Chalker, Dennis

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CHALKER, Dennis

PERSONAL: Male.


ADDRESSES: Home—Southern CA. Agent—c/o Author Mail, Avon Books/HarperCollins, 10 East 53rd Street, 7th Floor, New York, NY 10022.


CAREER: Retired Navy SEAL and author. Designed Chalker TAC weapon sling. Military service: U.S. Navy Basic Underwater Demolition/SEAL, command master chief, retired early 1990s. Previously U.S. Army paratrooper with 82nd Airborne Division.


WRITINGS:

(With Kevin Dockery) The United States Navy SEALs Workout Guide: The Exercise and Fitness Programs Based on the U.S. Navy SEALs and BUD/S Training, William Morrow (New York, NY), 1998.

(With Kevin Dockery) One Perfect Op: An Insider's Account of the Navy SEAL Special Warfare Teams, William Morrow (New York, NY), 2002.

(With Kevin Dockery) Hell Week: SEALS in Training, Avon Books (New York, NY), 2002.


SIDELIGHTS: Retired Command Master Chief Dennis Chalker, a former U.S. Navy SEAL (Sea, Land Air), has published several books revealing what it takes to become a member of this elite force. These works, written with military historian Kevin Dockery, tap more than twenty years of military experience. During the 1970s, Chalker served six years as a paratrooper in the U.S. Army's 82nd Airborne Division. He briefly returned to civilian life before volunteering for the SEALs, stealth commando units renowned for their daring and expertise. As a member of SEAL Team Six, Chalker participated in antiterrorist assignments including covert action in Grenada. He later joined one of the newly formed Red Cell units, which attempt to breach security at American military bases by entering and departing such facilities without detection.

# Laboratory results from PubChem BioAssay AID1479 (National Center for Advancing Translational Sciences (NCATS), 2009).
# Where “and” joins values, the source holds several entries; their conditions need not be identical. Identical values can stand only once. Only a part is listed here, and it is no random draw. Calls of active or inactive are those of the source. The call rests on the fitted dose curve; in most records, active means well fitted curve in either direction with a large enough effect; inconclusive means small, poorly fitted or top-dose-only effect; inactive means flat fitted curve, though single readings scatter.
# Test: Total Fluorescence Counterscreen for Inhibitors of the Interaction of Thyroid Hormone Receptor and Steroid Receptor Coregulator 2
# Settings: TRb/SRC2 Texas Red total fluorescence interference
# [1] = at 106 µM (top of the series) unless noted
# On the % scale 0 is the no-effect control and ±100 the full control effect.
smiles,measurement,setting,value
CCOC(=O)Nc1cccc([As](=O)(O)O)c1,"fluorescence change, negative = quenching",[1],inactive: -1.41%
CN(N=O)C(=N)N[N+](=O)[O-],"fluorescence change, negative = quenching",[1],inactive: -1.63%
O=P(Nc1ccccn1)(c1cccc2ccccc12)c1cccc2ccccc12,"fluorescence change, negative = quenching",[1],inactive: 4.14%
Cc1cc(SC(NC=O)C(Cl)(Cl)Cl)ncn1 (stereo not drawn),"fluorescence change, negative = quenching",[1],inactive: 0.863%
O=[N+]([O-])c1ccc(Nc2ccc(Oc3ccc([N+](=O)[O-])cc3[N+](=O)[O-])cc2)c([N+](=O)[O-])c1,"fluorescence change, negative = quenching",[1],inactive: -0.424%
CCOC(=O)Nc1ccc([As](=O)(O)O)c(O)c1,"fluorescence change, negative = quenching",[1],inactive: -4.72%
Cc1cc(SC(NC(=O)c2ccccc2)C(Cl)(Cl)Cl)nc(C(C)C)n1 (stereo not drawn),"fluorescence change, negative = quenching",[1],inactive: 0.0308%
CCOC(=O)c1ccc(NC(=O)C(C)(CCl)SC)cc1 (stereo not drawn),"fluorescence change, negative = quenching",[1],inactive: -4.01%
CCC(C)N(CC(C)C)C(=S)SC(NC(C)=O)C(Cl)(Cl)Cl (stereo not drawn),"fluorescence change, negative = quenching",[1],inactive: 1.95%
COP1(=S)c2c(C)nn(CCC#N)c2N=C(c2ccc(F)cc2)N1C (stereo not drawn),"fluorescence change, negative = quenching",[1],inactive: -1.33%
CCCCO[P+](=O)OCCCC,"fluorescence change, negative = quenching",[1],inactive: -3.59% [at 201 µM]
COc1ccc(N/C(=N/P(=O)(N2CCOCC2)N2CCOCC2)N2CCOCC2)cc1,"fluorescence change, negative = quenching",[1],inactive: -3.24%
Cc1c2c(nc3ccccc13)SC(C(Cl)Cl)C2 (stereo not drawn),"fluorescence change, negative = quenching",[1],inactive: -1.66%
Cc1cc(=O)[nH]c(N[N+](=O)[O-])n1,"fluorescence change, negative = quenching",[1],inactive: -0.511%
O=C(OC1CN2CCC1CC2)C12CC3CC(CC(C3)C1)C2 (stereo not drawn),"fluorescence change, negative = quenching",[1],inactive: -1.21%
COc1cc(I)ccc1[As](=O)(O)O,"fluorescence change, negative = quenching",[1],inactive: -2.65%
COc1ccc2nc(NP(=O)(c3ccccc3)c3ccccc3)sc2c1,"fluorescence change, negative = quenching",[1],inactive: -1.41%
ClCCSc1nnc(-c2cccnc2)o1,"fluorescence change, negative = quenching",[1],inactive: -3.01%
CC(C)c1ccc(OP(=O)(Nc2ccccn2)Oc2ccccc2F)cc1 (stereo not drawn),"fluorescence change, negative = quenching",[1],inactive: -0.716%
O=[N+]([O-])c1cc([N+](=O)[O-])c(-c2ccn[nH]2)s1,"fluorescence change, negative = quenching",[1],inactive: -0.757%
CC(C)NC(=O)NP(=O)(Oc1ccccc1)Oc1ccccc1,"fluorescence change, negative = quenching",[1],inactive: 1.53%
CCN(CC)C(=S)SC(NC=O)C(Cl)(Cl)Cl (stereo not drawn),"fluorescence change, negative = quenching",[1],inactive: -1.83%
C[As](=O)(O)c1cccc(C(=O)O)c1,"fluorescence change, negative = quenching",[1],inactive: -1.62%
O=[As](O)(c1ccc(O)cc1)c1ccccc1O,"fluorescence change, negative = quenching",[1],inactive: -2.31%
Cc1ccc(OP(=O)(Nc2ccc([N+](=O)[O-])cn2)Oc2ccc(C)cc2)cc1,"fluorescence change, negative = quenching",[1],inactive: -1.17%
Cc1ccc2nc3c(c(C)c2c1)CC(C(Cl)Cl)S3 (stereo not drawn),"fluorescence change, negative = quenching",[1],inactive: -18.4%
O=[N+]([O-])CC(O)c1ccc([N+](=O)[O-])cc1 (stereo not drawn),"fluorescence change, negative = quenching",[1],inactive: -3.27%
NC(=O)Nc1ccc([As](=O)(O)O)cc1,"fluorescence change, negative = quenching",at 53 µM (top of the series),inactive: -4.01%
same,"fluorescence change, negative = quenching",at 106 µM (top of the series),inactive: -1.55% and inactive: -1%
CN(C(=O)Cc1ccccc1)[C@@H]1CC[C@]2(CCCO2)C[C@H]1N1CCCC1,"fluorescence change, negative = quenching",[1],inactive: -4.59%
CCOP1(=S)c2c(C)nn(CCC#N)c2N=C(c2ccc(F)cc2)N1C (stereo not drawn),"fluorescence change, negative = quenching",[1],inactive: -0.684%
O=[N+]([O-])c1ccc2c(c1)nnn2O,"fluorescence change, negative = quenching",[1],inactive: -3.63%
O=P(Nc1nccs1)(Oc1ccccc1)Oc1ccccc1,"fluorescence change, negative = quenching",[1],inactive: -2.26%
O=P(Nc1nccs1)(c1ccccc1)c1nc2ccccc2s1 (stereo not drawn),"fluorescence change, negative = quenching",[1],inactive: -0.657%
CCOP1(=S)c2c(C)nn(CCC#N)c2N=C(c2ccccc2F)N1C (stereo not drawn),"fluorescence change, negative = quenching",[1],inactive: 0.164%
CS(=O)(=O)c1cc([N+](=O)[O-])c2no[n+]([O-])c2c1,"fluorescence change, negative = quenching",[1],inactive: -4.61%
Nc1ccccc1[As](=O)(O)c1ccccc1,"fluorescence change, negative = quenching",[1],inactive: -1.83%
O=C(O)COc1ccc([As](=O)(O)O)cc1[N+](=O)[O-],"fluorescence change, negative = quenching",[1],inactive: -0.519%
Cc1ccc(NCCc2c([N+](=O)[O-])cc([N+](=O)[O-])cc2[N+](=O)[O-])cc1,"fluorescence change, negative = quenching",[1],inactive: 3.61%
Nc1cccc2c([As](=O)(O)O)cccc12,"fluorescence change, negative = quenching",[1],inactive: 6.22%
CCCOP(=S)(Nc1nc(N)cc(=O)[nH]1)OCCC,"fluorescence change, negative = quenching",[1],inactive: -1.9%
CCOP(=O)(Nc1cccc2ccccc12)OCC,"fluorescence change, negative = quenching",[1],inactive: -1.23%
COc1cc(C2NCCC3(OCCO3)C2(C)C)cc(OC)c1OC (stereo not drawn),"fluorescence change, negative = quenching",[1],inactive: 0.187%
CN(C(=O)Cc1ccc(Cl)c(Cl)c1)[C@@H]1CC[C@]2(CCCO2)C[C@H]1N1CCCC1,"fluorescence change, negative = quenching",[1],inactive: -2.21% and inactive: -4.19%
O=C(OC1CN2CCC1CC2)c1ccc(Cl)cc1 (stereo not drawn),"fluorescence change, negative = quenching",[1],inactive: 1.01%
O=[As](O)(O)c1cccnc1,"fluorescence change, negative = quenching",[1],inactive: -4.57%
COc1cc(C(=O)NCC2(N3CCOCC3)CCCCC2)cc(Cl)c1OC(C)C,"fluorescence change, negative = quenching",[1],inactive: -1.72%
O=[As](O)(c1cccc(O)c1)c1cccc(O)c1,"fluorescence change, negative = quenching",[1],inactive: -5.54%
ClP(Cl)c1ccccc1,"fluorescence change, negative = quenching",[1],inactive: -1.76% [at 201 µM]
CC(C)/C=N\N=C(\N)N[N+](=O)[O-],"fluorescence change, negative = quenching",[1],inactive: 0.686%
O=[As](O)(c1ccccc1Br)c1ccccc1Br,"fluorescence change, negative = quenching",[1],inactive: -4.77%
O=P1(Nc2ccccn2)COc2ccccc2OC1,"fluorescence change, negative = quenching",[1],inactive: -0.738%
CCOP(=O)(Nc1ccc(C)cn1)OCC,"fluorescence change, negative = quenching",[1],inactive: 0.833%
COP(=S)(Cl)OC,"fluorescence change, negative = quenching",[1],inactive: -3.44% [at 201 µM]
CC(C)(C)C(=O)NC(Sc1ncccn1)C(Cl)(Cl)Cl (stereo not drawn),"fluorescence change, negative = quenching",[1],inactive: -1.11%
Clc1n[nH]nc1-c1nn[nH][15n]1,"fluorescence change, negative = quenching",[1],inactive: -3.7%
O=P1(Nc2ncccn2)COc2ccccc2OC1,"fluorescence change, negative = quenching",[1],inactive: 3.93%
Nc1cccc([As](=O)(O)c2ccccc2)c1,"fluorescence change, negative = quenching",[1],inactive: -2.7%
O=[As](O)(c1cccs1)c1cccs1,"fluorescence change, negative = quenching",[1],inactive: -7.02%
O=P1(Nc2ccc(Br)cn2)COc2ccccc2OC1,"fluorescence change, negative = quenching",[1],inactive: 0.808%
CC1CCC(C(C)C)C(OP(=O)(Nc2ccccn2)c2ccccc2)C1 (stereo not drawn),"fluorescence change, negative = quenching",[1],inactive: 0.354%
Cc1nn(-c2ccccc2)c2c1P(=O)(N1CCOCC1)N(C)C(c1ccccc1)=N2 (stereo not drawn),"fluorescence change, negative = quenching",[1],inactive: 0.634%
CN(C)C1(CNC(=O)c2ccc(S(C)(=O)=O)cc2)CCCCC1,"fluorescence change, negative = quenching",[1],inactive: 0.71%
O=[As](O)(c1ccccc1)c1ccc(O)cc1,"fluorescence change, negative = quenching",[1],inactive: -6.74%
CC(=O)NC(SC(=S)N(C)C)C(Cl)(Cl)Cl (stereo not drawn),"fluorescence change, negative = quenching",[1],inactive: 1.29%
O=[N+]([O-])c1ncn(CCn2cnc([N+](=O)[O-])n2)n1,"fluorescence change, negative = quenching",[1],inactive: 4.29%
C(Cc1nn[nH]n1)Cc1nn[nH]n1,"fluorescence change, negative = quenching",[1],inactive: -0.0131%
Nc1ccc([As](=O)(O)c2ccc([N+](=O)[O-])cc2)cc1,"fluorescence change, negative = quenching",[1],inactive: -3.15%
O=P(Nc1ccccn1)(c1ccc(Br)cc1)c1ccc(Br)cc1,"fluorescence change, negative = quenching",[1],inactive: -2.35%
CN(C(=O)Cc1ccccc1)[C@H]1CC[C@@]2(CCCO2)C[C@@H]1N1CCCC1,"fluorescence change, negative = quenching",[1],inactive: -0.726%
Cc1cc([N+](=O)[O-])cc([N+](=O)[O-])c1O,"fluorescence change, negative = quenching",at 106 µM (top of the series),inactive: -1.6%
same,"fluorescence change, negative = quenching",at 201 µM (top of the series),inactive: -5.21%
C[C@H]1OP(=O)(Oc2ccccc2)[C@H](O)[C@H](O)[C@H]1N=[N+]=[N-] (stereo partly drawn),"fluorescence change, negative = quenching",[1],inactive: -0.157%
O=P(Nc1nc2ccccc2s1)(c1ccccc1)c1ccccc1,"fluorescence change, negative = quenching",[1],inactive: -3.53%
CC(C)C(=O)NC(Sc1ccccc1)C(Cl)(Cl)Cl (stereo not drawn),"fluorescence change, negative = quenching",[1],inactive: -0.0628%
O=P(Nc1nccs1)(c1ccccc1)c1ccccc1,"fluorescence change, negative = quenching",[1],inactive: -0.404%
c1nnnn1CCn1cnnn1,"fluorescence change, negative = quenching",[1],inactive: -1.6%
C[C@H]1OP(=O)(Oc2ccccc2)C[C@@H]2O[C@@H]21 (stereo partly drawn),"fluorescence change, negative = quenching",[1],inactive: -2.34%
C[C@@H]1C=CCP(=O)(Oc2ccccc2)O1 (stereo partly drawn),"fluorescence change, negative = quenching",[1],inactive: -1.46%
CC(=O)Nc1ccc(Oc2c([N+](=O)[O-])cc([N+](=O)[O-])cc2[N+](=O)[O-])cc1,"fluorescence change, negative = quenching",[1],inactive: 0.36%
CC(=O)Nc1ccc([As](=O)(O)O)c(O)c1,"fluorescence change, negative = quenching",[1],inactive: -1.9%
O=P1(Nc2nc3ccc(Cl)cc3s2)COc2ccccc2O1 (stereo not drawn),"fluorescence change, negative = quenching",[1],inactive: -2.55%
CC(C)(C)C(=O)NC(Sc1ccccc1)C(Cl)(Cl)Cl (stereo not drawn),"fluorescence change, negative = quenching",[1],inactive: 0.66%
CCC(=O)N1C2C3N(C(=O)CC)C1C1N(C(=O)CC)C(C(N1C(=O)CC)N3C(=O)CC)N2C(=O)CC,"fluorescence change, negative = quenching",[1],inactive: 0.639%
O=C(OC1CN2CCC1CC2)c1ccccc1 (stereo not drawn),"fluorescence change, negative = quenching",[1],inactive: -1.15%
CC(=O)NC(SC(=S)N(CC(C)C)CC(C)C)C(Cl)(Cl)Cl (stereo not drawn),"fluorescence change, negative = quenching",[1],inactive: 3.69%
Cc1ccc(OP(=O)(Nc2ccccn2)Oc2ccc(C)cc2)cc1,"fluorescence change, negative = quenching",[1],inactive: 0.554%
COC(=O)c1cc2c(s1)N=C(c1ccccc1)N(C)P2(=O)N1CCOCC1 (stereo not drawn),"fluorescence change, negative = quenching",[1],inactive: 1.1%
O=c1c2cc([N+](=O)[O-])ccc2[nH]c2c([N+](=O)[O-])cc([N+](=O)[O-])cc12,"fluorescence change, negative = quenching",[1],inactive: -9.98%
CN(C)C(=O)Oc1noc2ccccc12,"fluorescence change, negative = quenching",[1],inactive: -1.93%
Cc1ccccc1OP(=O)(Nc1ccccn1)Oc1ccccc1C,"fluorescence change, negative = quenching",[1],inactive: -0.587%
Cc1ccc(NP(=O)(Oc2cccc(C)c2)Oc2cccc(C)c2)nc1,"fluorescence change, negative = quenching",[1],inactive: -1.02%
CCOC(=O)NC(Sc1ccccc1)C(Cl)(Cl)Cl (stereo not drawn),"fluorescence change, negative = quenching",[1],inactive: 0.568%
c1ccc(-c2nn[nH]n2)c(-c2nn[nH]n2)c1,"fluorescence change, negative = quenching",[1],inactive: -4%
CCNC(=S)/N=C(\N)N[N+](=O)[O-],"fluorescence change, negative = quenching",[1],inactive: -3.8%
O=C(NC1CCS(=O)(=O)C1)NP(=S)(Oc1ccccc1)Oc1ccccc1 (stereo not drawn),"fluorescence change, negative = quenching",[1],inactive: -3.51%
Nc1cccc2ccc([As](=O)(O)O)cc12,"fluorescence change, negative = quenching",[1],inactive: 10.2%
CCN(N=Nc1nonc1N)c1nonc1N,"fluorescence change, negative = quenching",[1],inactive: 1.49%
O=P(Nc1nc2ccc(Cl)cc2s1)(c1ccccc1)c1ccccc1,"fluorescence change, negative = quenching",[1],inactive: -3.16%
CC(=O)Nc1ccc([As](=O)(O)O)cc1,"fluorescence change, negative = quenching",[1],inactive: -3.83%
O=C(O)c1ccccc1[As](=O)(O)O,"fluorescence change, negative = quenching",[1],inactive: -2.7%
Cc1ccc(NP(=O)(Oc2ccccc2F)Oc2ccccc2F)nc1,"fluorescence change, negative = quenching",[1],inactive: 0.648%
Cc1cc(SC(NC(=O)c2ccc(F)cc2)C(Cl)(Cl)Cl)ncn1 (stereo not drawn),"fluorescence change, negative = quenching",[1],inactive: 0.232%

Chalker's first book, The United States Navy SEALs Workout Guide: The Exercise and Fitness Programs Based on the U.S. Navy SEALs and BUD/S Training, shows readers how they can attain top physical conditioning—if they can hack it. It offers nine-week and twelve-week training programs including warm-ups and cool-downs, calisthenics, tips on aerobic training, nutrition, and motivation, and exercises devised for different climates. Chalker also shares anecdotes from true-life SEALs about the special ops that tested their hard-earned stamina.

Chalker delves deeper into the SEALs with One Perfect Op: An Insider's Account of the Navy SEAL Special Warfare Teams. The title refers to what the SEALs call a "perfect op"—a mission completed without being discovered and without the firing of a single shot. Chalker describes carrying out a perfect op in 1992, one of many experiences that are veiled by the need to maintain secrecy. A notable exception to this rule was in his discussion of the 1983 invasion of Grenada, where several of his friends were killed. Other episodes show how SEALs face considerable danger outside of war zones, including injuries and fatalities during exercises and horseplay. Readers will also find that during Chalker's service the strategy, tactics, and doctrine of the Navy SEALs would be modified in response to a changing world.


One Perfect Op was called "a quick but accurate glimpse into the training and life of a navy SEAL" by Library Journal critic David M. Alperstein. Given the book's highly personal and detailed subject matter, a Publishers Weekly reviewer advised that it is perfect reading for "special ops buffs" and does not serve as a general history. One Perfect Op reveals Chalker to be a practical joker and, as a Kirkus Reviews critic wrote, "a super-bad macho dude devoted to deadly weapons, fighting, and his buddies on the team." Writing for Booklist, Gilbert Taylor noted the book's relevance in wartime, calling it "a timely, adventuresome, and interesting account."


BIOGRAPHICAL AND CRITICAL SOURCES:

PERIODICALS

Booklist, January 1, 2002, Gilbert Taylor, review of One Perfect Op: An Insider's Account of the Navy SEAL Special Warfare Teams, p. 781.

Kirkus Reviews, November 15, 2001, review of One Perfect Op, p. 1592.

Library Journal, February 15, 2002, David M. Alperstein, review of One Perfect Op, p. 164.

Publishers Weekly, December 3, 2001, review of One Perfect Op, p. 47.*